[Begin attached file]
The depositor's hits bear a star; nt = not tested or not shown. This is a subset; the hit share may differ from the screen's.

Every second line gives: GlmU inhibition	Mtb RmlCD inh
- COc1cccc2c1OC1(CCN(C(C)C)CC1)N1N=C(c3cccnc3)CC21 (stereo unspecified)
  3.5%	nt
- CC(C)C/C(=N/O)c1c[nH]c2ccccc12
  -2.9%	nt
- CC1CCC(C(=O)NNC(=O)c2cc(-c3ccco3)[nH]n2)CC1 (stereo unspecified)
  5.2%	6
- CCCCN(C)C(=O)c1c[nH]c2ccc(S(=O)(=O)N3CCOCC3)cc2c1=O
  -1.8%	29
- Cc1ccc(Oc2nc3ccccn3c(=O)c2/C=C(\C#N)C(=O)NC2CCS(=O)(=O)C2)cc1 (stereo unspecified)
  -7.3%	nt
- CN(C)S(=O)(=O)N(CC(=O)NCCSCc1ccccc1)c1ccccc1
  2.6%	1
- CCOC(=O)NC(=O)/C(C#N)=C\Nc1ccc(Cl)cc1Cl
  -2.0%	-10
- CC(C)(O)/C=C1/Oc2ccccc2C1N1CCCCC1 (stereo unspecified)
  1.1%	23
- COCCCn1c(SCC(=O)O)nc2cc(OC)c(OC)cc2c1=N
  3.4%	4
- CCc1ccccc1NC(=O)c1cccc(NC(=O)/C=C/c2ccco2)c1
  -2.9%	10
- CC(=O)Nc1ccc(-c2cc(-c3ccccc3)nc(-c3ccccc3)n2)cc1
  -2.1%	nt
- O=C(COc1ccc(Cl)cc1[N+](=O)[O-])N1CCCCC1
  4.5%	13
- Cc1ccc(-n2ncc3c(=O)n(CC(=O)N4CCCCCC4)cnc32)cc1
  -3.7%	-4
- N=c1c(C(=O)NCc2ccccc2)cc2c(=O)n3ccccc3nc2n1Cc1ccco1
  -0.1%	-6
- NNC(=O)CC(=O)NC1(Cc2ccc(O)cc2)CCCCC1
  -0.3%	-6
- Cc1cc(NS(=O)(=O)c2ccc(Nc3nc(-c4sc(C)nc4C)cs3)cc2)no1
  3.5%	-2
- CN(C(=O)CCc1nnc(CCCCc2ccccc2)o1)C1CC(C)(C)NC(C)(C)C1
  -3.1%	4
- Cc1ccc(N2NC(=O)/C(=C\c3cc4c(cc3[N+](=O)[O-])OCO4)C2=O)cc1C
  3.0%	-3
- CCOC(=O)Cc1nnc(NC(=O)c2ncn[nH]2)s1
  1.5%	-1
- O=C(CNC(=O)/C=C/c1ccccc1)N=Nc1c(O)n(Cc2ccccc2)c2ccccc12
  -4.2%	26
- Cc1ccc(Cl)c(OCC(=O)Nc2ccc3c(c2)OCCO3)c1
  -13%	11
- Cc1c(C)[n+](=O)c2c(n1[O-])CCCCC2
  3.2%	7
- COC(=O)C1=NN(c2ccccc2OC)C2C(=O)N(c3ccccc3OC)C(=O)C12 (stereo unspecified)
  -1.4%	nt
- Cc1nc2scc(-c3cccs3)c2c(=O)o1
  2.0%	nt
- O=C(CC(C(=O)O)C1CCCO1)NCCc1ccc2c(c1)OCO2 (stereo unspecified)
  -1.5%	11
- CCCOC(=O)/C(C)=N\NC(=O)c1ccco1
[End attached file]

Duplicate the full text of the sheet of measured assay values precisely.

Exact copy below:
The depositor's hits bear a star; nt = not tested or not shown. This is a subset; the hit share may differ from the screen's.

Every second line gives: GlmU inhibition	Mtb RmlCD inh
- COc1cccc2c1OC1(CCN(C(C)C)CC1)N1N=C(c3cccnc3)CC21 (stereo unspecified)
  3.5%	nt
- CC(C)C/C(=N/O)c1c[nH]c2ccccc12
  -2.9%	nt
- CC1CCC(C(=O)NNC(=O)c2cc(-c3ccco3)[nH]n2)CC1 (stereo unspecified)
  5.2%	6
- CCCCN(C)C(=O)c1c[nH]c2ccc(S(=O)(=O)N3CCOCC3)cc2c1=O
  -1.8%	29
- Cc1ccc(Oc2nc3ccccn3c(=O)c2/C=C(\C#N)C(=O)NC2CCS(=O)(=O)C2)cc1 (stereo unspecified)
  -7.3%	nt
- CN(C)S(=O)(=O)N(CC(=O)NCCSCc1ccccc1)c1ccccc1
  2.6%	1
- CCOC(=O)NC(=O)/C(C#N)=C\Nc1ccc(Cl)cc1Cl
  -2.0%	-10
- CC(C)(O)/C=C1/Oc2ccccc2C1N1CCCCC1 (stereo unspecified)
  1.1%	23
- COCCCn1c(SCC(=O)O)nc2cc(OC)c(OC)cc2c1=N
  3.4%	4
- CCc1ccccc1NC(=O)c1cccc(NC(=O)/C=C/c2ccco2)c1
  -2.9%	10
- CC(=O)Nc1ccc(-c2cc(-c3ccccc3)nc(-c3ccccc3)n2)cc1
  -2.1%	nt
- O=C(COc1ccc(Cl)cc1[N+](=O)[O-])N1CCCCC1
  4.5%	13
- Cc1ccc(-n2ncc3c(=O)n(CC(=O)N4CCCCCC4)cnc32)cc1
  -3.7%	-4
- N=c1c(C(=O)NCc2ccccc2)cc2c(=O)n3ccccc3nc2n1Cc1ccco1
  -0.1%	-6
- NNC(=O)CC(=O)NC1(Cc2ccc(O)cc2)CCCCC1
  -0.3%	-6
- Cc1cc(NS(=O)(=O)c2ccc(Nc3nc(-c4sc(C)nc4C)cs3)cc2)no1
  3.5%	-2
- CN(C(=O)CCc1nnc(CCCCc2ccccc2)o1)C1CC(C)(C)NC(C)(C)C1
  -3.1%	4
- Cc1ccc(N2NC(=O)/C(=C\c3cc4c(cc3[N+](=O)[O-])OCO4)C2=O)cc1C
  3.0%	-3
- CCOC(=O)Cc1nnc(NC(=O)c2ncn[nH]2)s1
  1.5%	-1
- O=C(CNC(=O)/C=C/c1ccccc1)N=Nc1c(O)n(Cc2ccccc2)c2ccccc12
  -4.2%	26
- Cc1ccc(Cl)c(OCC(=O)Nc2ccc3c(c2)OCCO3)c1
  -13%	11
- Cc1c(C)[n+](=O)c2c(n1[O-])CCCCC2
  3.2%	7
- COC(=O)C1=NN(c2ccccc2OC)C2C(=O)N(c3ccccc3OC)C(=O)C12 (stereo unspecified)
  -1.4%	nt
- Cc1nc2scc(-c3cccs3)c2c(=O)o1
  2.0%	nt
- O=C(CC(C(=O)O)C1CCCO1)NCCc1ccc2c(c1)OCO2 (stereo unspecified)
  -1.5%	11
- CCCOC(=O)/C(C)=N\NC(=O)c1ccco1